@article{c5d758e6fcd144329ca3d66fead9e0d2,
title = "Effect of adenosine A1 receptor agonist on the enhanced excitability of spinal dorsal horn neurons after peripheral nerve injury",
abstract = "Neuronal hyperactivity has been implicated in abnormal pain sensation following peripheral nerve injuries. Previous studies have indicated that the activation of adenosine A1 receptors (A1R) in the central and peripheral nervous systems produces an antinociceptive effect. However, the mechanisms involved in the peripheral effect are still not fully understood. The effects of the local application of the selective A1R agonist, 2-chloro-N(6)-cyclopentyladenosine (CCPA) on neuronal hyperactivity were examined in this study using a neuropathic pain model induced by a tibial nerve injury. We utilized Fos protein-like immunoreactivity induced by noxious heat stimulation to examine changes in the number of Fos protein like immunoreactive (Fos-LI) neuron profiles in the spinal dorsal horn, and behavioral analysis for mechanical and thermal sensitivities. The nerve injury induced an exaggerated Fos response to noxious heat stimulation. The number of Fos-LI neuron profiles was significantly decreased and their distribution was restricted to the central terminal field of the spared peroneal nerve 3 days after the injury. The number of Fos-LI neuron profiles returned to control levels and a large number of these profiles were observed in the central terminal field of the injured tibial nerve 14 days after the injury. These enhanced Fos responses were attenuated by the local application of CCPA. The nerve injury also resulted in mechanical allodynia and thermal hyperalgesia. The local application of CCPA inhibited thermal hyperalgesia, but was less effective against mechanical allodynia. These results indicated that activation of peripheral A1R plays a role in the regulation of nerve injury-induced hyperalgesia.",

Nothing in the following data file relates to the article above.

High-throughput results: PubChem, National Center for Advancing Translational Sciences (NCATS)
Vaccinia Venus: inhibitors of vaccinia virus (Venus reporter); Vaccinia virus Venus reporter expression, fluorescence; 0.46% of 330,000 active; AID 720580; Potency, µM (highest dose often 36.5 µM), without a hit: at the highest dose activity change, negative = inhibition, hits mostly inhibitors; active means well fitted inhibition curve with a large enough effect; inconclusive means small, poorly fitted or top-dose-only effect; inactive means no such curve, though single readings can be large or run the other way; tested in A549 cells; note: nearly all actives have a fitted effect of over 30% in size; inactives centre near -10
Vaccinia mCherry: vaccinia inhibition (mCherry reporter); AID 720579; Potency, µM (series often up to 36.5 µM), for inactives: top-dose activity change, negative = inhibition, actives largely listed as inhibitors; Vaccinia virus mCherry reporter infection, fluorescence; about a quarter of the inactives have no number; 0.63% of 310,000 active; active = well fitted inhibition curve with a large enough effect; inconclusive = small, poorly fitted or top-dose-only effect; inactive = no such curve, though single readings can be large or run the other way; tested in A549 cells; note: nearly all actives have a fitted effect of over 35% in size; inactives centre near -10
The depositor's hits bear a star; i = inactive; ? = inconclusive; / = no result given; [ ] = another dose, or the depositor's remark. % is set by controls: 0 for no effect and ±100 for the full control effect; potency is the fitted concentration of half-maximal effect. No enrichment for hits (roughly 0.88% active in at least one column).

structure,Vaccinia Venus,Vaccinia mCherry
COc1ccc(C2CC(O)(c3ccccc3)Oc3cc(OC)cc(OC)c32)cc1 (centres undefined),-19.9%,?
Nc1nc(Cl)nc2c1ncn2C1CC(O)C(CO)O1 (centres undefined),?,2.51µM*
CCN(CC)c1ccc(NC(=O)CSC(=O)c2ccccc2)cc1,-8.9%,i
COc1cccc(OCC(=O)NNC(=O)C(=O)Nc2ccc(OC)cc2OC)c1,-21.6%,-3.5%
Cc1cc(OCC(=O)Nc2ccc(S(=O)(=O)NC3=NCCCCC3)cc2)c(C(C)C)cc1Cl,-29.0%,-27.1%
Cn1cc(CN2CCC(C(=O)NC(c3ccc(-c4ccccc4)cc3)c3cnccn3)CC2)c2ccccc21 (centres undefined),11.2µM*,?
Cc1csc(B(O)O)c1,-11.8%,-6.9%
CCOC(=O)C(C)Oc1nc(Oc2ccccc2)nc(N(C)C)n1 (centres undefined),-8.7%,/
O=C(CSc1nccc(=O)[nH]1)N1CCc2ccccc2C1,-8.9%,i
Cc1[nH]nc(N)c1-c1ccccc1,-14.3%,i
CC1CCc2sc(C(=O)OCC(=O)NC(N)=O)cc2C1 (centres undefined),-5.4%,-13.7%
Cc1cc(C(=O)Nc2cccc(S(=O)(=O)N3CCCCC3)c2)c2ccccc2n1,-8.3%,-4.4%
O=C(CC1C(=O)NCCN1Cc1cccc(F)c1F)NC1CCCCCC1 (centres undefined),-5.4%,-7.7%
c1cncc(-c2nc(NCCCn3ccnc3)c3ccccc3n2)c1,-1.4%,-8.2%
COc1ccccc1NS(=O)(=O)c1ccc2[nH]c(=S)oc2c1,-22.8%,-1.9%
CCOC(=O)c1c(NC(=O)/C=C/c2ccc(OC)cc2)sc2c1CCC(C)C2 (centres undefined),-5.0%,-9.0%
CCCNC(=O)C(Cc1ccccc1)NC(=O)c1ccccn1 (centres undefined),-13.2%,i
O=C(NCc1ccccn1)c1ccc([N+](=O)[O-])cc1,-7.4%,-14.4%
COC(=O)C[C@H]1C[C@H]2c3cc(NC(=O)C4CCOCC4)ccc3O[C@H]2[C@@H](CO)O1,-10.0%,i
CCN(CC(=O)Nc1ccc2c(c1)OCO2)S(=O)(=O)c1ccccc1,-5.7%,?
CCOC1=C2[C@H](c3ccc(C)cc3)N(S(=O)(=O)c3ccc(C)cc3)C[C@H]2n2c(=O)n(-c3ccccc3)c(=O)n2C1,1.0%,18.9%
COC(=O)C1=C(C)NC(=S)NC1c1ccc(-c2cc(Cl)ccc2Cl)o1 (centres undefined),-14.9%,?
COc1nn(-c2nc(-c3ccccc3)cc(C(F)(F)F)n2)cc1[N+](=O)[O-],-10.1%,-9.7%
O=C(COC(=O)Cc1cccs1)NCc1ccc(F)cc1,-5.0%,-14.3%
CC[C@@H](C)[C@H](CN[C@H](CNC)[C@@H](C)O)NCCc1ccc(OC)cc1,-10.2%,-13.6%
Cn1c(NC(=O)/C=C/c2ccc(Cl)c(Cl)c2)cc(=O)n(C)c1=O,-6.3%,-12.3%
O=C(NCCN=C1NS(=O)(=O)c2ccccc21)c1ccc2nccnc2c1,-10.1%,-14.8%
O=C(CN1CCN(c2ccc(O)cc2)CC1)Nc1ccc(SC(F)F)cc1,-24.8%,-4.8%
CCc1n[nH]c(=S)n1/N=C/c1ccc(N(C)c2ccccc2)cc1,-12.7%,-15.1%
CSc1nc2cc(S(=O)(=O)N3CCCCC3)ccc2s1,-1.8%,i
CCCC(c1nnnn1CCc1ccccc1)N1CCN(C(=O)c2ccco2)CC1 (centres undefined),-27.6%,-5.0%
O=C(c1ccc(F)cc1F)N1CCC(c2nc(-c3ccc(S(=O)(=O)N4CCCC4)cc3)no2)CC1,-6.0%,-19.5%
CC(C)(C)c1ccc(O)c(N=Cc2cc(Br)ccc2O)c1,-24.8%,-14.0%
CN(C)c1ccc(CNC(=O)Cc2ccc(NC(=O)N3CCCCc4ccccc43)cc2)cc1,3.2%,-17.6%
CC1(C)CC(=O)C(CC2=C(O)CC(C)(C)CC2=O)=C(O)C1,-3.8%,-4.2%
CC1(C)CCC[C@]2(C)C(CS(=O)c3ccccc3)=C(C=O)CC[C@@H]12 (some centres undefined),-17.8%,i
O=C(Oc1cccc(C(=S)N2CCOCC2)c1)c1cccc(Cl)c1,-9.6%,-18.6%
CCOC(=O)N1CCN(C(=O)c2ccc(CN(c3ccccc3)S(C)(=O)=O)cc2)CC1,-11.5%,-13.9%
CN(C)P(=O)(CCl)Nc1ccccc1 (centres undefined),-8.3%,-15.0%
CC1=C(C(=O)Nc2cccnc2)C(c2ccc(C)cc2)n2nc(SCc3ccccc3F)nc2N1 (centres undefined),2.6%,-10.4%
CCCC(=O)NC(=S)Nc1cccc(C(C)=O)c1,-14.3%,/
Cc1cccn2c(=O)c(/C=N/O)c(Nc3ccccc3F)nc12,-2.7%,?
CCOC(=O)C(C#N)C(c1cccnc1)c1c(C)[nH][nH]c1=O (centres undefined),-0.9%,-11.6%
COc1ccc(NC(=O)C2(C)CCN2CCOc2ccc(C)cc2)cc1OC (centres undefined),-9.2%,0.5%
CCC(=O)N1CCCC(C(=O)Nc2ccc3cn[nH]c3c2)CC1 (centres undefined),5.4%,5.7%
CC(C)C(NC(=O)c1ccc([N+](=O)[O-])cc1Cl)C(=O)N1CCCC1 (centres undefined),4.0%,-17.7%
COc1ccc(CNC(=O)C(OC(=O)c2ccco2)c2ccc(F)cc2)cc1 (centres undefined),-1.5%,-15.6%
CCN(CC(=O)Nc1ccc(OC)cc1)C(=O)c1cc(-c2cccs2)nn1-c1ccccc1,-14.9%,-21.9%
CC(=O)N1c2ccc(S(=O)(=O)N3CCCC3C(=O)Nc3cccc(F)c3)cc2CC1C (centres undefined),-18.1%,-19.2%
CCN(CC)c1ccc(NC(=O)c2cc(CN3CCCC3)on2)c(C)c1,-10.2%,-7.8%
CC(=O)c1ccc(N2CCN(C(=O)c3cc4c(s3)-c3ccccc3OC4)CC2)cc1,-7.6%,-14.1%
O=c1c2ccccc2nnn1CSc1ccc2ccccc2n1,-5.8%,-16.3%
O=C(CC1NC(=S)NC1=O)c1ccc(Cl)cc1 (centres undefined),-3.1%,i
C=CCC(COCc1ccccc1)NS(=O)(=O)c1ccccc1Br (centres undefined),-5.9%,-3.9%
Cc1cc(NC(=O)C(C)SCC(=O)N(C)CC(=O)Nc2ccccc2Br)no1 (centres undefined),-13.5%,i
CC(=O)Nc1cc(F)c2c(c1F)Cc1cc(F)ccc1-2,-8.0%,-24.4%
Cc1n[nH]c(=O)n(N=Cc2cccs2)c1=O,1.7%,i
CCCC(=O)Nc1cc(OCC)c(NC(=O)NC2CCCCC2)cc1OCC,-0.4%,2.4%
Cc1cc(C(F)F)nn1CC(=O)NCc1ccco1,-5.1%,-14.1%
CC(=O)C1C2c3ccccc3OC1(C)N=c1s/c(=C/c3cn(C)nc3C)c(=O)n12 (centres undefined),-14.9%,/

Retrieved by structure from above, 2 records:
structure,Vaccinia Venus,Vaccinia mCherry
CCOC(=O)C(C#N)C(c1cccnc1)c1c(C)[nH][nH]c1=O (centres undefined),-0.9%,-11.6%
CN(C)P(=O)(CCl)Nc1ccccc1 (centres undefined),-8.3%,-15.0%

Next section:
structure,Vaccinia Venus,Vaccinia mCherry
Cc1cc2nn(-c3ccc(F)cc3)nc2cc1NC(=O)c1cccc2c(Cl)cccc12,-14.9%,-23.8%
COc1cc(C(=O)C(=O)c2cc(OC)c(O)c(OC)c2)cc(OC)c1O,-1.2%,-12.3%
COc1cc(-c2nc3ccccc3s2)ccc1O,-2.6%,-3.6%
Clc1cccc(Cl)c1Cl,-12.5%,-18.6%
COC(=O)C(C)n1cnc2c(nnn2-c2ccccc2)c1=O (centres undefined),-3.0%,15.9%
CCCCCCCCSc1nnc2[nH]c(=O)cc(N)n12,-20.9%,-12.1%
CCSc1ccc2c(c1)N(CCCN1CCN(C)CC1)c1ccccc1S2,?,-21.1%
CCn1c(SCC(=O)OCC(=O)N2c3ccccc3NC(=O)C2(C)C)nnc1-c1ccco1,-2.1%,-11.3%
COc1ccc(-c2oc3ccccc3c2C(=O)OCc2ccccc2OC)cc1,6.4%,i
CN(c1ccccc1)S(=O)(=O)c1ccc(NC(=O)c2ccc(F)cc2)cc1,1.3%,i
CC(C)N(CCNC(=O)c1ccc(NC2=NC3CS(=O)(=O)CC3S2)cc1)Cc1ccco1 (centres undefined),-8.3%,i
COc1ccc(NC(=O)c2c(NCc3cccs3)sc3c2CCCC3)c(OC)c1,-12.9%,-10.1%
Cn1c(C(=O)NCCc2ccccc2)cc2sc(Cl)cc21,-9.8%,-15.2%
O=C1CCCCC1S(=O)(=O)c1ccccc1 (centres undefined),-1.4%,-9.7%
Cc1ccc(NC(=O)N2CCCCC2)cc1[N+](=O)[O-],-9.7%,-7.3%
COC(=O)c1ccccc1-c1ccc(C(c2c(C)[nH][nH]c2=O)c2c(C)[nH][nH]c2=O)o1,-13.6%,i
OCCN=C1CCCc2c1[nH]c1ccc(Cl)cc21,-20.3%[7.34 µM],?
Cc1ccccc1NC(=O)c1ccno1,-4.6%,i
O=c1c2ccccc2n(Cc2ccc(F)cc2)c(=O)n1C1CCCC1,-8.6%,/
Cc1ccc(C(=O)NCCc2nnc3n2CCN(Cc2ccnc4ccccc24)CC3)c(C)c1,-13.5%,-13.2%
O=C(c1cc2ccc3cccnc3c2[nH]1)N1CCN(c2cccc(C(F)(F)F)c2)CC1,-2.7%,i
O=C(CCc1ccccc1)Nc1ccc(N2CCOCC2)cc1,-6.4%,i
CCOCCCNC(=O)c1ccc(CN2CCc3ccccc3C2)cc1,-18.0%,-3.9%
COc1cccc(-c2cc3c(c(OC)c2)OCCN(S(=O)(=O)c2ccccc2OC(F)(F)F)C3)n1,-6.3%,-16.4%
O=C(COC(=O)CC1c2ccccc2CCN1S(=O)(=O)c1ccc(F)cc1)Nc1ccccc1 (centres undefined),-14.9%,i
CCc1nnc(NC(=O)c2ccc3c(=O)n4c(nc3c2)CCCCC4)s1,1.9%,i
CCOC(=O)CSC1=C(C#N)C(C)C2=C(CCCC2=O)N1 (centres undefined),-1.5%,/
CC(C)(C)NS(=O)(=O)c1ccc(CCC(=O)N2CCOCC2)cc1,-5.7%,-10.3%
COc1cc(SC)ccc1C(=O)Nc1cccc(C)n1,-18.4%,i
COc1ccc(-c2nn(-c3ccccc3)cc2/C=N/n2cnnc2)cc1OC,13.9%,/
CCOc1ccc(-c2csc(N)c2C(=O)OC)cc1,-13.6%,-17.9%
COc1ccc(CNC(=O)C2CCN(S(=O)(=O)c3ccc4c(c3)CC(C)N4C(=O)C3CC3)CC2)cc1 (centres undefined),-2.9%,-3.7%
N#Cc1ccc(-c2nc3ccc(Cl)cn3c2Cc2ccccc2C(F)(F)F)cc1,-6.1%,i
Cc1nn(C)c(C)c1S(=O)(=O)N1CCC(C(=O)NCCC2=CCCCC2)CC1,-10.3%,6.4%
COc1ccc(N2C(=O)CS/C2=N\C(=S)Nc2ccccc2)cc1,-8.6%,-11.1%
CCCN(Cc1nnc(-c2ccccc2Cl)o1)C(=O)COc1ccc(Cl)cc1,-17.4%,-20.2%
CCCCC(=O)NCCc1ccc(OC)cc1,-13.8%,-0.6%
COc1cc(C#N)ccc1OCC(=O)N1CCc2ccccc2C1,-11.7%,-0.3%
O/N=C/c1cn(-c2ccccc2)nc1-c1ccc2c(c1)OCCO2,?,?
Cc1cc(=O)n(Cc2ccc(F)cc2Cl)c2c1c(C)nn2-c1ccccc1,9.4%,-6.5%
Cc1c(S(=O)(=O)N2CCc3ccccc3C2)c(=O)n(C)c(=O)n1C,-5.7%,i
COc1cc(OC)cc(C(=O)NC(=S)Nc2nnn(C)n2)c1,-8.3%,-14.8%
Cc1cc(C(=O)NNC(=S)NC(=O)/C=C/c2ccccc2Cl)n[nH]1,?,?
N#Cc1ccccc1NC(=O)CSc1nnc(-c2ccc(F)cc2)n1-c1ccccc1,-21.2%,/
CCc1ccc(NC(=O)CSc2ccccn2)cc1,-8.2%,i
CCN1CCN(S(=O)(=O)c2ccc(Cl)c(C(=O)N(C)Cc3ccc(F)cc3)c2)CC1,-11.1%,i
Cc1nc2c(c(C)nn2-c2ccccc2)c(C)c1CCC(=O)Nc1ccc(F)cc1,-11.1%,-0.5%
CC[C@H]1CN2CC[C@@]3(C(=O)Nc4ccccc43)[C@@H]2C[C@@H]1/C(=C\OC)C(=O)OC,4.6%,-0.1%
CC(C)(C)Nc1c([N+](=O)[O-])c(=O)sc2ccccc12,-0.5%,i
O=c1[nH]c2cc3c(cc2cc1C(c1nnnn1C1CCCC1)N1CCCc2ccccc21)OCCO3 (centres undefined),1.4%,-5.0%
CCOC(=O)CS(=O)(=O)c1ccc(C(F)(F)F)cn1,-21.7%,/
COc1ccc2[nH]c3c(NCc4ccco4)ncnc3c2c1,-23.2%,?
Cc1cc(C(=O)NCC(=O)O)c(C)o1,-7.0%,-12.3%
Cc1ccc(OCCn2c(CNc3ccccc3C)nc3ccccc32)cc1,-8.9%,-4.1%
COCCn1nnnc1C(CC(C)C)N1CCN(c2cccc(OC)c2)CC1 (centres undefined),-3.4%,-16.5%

keywords = "Adenosine, Behavior, C-Fos, Neuropathic pain, Spinal cord",
author = "Daisuke Yamaguchi and Ryuji Terayama and Shinji Omura and Hiroki Tsuchiya and Tadasu Sato and Hiroyuki Ichikawa and Tomosada Sugimoto",
year = "2014",
month = "3",
doi = "10.3109/00207454.2013.842566",
language = "English",
volume = "124",
pages = "213--222",
journal = "International Journal of Neuroscience",
issn = "0020-7454",
publisher = "Informa Healthcare",
number = "3",

}

TY - JOUR

T1 - Effect of adenosine A1 receptor agonist on the enhanced excitability of spinal dorsal horn neurons after peripheral nerve injury

AU - Yamaguchi, Daisuke

AU - Terayama, Ryuji

AU - Omura, Shinji

AU - Tsuchiya, Hiroki

AU - Sato, Tadasu

AU - Ichikawa, Hiroyuki

AU - Sugimoto, Tomosada

PY - 2014/3

Y1 - 2014/3